- Ward Lifetime Provided: Each minute of ward lifetime you provide by placing wards will give you 1 point (can give fractions of points). There are actually a lot of modifiers to this score, see “Ward Lifetime Provided Modifiers” below.
- Ward Lifetime Denied: When you get a ward takedown (earned gold from a ward’s death), you get 1 point for every minute of lifetime remaining on the ward (permanent wards are assumed to have 1.5 minutes of lifetime remaining).
- Vision Mechanics: Various vision-providing mechanics have a baseline score on-use (usually 0.1 to 0.5), and can also give bonus scores if revealing unseen champions or epic monsters (usually 0.1 to 1.0). This includes Scryer’s Bloom, trinket activation, ward placement, Scuttler Ward, Ashe Hawkshot, Kalista Sentinel, and Quinn Heightened Senses. A Hawkshot that reveals a full Baron attempt will give much more than a Quinn W that reveals nothing (which will still give some score).
A typical Vision Score can be single digits (short game where you’re not using trinket well) to well over 100 (long game with consistent sightstone use). Generally, vision-focused junglers come out on top for shorter games, whereas Sightstone supports come out ahead on longer games.
There are a bunch of sub-rules and modifiers (again, check out the full boards post for the deep-dive), but that’s the basic gist!
How do you select voice actors for new champions?
When selecting the voice of a new champion, we have to start by digging deep into who that champion is supposed to be. Each pod (champion team) has a narrative writer who is responsible for the beating heart of their champion; they help the pod answer questions like: Where does this champion fit into Runeterra? How are they unique? What will the experience be when playing them? Most importantly, what are their thoughts on mushroom juice? Once we can say we have more answers than questions, we get started trying to find the champion’s voice.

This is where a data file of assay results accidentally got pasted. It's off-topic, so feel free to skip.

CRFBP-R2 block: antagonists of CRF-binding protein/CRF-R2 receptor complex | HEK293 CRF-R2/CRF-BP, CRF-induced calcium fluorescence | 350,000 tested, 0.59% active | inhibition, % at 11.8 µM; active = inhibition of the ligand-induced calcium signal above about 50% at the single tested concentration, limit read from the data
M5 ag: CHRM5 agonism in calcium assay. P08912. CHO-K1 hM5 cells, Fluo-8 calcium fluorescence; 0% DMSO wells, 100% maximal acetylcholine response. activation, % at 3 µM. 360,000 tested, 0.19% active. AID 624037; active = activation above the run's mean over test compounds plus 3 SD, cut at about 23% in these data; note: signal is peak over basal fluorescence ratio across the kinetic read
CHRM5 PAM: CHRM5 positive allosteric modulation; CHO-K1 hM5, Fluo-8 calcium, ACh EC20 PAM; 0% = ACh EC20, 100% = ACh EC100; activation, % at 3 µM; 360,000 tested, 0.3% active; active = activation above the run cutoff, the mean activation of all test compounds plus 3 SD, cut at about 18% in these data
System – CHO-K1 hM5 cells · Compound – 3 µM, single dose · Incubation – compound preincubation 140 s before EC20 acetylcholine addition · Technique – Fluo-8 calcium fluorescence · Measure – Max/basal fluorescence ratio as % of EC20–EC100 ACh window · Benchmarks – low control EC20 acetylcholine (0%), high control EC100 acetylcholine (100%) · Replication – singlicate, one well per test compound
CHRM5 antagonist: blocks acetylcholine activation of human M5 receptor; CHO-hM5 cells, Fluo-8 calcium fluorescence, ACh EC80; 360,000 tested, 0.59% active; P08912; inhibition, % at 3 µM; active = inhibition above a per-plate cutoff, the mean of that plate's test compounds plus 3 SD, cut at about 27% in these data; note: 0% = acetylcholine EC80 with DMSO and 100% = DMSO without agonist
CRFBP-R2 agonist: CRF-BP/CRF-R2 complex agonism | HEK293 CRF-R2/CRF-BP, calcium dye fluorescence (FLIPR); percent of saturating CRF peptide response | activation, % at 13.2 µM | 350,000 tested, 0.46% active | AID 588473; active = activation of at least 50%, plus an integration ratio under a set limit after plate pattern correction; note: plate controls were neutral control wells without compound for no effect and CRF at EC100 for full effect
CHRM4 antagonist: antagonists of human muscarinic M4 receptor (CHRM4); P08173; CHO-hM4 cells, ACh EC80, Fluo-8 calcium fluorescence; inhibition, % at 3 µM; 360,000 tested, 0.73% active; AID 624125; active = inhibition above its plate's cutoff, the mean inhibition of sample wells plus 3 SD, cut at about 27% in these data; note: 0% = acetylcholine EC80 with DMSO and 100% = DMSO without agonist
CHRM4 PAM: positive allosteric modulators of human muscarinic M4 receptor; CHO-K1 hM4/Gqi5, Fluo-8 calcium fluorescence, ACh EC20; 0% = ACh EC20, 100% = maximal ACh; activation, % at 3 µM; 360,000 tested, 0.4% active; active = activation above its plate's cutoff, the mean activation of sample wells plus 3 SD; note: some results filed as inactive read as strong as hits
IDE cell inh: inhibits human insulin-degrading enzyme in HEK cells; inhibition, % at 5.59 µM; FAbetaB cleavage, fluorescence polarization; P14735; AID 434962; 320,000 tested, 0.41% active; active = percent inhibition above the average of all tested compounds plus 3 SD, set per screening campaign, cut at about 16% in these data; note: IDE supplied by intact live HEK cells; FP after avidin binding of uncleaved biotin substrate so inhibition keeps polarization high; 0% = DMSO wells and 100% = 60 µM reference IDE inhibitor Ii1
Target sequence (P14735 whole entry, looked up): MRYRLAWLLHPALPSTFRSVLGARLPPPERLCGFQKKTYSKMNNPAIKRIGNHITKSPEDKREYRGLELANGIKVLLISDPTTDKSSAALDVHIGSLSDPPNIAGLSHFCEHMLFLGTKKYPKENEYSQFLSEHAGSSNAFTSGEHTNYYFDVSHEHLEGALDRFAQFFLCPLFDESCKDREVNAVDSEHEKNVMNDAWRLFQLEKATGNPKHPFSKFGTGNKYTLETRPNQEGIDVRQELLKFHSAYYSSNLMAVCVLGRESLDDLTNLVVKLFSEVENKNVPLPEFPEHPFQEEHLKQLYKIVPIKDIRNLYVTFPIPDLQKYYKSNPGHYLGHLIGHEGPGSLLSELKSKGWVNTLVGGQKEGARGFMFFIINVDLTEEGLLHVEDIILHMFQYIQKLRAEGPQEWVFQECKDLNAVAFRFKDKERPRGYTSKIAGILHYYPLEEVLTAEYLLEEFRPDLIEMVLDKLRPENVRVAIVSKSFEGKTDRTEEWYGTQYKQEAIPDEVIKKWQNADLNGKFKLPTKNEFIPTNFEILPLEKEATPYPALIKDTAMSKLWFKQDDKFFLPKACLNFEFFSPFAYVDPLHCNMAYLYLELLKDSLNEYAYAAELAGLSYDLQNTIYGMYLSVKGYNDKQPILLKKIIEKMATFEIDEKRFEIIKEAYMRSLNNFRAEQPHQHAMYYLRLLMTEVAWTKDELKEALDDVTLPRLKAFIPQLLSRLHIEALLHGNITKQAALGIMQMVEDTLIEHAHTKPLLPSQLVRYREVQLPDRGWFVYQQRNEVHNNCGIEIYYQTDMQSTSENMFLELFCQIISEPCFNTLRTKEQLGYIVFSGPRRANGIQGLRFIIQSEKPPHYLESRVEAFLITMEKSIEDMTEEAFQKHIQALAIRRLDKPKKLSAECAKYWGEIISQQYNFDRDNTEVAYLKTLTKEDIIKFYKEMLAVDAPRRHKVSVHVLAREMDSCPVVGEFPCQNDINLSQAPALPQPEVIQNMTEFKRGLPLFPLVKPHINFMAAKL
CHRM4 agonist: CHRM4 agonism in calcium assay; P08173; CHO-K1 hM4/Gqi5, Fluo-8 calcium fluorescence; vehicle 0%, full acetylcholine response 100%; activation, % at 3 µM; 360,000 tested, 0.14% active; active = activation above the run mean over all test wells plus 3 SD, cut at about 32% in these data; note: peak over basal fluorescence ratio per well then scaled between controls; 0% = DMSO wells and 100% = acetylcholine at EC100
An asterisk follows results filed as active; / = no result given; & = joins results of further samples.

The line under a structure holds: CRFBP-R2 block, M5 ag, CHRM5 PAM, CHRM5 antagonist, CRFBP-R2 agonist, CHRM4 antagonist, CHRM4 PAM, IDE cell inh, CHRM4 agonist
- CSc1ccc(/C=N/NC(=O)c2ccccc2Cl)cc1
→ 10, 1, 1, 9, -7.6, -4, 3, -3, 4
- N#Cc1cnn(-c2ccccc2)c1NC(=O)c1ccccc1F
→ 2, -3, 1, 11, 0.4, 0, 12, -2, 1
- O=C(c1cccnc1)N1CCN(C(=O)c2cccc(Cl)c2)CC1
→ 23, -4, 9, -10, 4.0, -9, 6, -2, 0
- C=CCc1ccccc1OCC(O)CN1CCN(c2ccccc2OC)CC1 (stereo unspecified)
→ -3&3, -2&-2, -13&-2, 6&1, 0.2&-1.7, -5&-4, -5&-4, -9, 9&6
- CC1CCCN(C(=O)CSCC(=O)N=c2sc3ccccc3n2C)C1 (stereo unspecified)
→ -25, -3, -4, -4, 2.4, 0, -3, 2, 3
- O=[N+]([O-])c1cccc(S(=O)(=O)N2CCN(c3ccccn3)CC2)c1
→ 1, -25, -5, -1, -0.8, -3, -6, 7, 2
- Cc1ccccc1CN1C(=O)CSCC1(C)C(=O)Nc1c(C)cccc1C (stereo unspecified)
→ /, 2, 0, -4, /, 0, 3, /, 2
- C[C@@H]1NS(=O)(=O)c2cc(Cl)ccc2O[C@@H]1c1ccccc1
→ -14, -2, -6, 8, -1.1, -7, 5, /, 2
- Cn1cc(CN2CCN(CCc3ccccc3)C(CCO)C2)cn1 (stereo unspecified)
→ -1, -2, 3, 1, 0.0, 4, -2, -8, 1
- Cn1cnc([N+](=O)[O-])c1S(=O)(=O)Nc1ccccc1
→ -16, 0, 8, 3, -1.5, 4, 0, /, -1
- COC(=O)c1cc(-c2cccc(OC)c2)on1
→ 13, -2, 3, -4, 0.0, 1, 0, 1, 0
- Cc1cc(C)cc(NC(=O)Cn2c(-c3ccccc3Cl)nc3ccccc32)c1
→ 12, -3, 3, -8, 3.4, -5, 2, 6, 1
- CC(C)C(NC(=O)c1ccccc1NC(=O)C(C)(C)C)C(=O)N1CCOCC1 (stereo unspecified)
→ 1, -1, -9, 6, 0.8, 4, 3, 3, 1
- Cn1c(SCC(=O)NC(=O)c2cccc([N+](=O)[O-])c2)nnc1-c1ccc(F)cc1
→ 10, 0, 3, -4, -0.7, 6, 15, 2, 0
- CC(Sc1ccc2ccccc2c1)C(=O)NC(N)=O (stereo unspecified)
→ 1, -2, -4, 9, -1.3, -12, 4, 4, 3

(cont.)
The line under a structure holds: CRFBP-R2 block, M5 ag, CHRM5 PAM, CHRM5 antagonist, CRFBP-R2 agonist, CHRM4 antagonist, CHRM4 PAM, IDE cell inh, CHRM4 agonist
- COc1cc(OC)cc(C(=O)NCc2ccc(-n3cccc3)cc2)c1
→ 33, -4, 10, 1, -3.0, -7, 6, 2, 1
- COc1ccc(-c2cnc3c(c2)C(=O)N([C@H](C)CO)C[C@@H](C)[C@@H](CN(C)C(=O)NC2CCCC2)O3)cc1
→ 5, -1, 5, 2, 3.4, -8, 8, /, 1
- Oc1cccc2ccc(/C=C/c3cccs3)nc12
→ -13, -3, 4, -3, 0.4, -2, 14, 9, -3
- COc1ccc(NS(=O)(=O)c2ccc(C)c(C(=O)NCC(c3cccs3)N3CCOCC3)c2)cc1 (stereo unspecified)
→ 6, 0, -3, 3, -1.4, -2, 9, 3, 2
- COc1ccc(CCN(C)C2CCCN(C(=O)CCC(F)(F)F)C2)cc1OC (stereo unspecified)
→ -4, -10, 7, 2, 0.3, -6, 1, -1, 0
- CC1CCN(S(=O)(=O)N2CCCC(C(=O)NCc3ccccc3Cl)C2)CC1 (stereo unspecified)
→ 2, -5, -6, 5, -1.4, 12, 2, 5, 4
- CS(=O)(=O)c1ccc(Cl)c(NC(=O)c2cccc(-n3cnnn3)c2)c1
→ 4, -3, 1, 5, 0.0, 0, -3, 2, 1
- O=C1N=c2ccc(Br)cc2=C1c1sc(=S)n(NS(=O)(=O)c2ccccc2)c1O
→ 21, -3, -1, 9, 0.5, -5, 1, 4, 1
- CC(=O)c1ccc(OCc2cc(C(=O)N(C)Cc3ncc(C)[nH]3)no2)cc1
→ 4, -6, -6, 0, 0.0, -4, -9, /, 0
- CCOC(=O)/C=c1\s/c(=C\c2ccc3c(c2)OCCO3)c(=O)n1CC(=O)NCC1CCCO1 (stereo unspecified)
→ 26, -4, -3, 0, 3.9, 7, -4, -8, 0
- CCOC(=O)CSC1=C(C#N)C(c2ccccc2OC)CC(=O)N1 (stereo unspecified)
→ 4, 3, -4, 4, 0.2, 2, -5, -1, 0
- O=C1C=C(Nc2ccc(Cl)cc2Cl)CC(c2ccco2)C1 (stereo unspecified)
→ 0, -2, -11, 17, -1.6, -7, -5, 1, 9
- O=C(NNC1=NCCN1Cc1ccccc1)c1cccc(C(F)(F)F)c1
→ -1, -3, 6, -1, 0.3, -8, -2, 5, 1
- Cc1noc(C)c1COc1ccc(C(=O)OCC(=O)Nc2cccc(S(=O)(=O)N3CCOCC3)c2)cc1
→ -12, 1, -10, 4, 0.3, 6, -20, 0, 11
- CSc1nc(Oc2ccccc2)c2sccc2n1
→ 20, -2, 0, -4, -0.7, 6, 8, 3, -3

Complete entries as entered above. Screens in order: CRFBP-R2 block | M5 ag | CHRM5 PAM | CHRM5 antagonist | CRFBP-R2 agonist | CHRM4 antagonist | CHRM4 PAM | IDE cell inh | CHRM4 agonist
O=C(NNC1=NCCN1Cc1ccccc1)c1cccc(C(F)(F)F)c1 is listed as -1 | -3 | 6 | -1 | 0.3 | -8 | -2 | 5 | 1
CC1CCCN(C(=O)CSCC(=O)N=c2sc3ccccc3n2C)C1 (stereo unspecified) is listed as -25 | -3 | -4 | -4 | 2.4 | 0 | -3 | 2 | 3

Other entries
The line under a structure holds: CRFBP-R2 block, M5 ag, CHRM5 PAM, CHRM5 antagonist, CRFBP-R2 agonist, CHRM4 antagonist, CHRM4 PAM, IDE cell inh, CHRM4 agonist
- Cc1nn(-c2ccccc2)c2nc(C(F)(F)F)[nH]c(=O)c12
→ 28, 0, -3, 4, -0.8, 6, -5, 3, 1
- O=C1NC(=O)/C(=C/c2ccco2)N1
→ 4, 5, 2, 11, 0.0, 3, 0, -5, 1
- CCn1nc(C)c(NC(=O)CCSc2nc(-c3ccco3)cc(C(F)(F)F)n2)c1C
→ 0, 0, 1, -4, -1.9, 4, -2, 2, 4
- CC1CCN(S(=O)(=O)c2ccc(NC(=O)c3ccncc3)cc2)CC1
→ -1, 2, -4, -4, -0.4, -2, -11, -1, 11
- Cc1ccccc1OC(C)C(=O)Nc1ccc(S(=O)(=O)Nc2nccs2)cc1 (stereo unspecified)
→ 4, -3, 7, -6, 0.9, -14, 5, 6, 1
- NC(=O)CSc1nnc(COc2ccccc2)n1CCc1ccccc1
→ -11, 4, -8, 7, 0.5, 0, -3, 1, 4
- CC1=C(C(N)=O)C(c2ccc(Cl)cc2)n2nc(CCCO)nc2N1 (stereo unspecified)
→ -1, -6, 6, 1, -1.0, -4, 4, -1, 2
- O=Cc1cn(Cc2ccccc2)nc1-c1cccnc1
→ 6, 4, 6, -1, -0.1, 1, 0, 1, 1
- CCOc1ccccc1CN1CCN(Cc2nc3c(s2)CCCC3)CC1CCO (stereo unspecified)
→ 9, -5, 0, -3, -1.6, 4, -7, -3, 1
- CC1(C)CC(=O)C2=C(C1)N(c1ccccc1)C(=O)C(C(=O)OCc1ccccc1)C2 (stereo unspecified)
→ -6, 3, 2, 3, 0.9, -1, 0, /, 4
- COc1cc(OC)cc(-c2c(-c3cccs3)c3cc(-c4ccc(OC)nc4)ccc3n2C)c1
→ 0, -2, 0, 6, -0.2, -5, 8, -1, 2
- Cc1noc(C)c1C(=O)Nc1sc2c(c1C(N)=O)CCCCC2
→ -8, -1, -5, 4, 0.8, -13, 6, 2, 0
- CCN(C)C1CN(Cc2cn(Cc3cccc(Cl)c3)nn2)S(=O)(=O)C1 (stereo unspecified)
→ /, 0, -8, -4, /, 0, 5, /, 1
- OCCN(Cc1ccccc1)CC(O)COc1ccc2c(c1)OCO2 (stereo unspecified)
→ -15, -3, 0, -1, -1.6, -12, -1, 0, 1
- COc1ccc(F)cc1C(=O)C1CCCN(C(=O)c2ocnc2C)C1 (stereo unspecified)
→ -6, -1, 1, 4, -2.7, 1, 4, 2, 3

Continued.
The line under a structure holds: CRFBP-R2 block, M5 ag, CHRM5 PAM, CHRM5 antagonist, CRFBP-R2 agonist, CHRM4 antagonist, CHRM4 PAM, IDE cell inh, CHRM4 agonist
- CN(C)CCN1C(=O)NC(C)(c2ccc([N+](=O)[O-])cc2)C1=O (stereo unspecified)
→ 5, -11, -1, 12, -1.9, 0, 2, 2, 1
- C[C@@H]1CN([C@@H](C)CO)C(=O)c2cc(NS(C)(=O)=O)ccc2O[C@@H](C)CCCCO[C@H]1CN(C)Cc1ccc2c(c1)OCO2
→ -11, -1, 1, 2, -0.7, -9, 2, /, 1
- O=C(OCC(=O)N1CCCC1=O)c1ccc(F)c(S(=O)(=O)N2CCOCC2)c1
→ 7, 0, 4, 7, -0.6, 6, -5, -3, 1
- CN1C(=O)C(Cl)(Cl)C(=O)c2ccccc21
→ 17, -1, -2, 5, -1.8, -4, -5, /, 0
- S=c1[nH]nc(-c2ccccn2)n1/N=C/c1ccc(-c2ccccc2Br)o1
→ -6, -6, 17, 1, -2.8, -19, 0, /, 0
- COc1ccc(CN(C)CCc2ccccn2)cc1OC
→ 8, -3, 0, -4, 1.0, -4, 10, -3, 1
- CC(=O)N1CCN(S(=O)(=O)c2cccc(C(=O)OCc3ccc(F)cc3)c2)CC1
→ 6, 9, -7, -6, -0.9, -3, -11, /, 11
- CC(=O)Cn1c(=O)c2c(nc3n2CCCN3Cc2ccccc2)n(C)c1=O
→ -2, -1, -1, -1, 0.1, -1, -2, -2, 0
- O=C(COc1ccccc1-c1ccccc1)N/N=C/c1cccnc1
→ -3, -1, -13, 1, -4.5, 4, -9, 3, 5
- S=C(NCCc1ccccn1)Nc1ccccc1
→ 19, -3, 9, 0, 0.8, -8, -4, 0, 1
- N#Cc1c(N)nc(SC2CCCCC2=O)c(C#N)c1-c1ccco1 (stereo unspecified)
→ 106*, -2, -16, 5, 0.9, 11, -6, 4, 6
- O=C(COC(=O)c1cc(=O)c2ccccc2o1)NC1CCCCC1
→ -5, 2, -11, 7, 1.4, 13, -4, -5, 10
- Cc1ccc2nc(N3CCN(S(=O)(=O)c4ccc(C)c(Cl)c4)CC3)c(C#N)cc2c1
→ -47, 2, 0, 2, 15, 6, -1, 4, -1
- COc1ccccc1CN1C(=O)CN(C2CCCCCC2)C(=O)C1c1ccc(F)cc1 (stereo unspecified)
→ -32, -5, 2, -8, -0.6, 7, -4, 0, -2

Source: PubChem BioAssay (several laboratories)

The search begins with a bio and a script from our writer. The bio will often provide a little context for the actor and a way to understand the champion’s motivations, while the script is what the actor will be reading for the audition itself. Once these materials are written, Riot’s VO team is contacted to start the search. We begin by sending the materials out to various talent agencies who represent the voice actors we’re looking for. A few days later, the audio files from the agencies start pouring in. When listening back to the auditions, we tend to be drawn to actors who make a strong choice and present a compelling vision. They are the ones who stand out as being a potential fit for a new champion.
From the many auditions, we put together a list of five to ten that could give us the voice we are looking for. It’s important that each actor on this list brings something unique to the champion. We then bring these actors in for a directed audition. It’s here that we’ll spend a little more time with each actor and provide guidance to inform their choices in the booth.
After the directed auditions are reviewed and our favorite performance chosen, the writer, the audio designer, and the VO producer start putting together a presentation for the team working on the champion. This presentation includes some of their favorite takes from the actor in the directed audition as well as the first pass at processing the champion’s voice. Once that’s ready, it’s time to show the rest of the team what we’ve been up to and who we believe could be the voice of our new champion. If they love it, we take next steps. If we missed, then we try again until we get it right.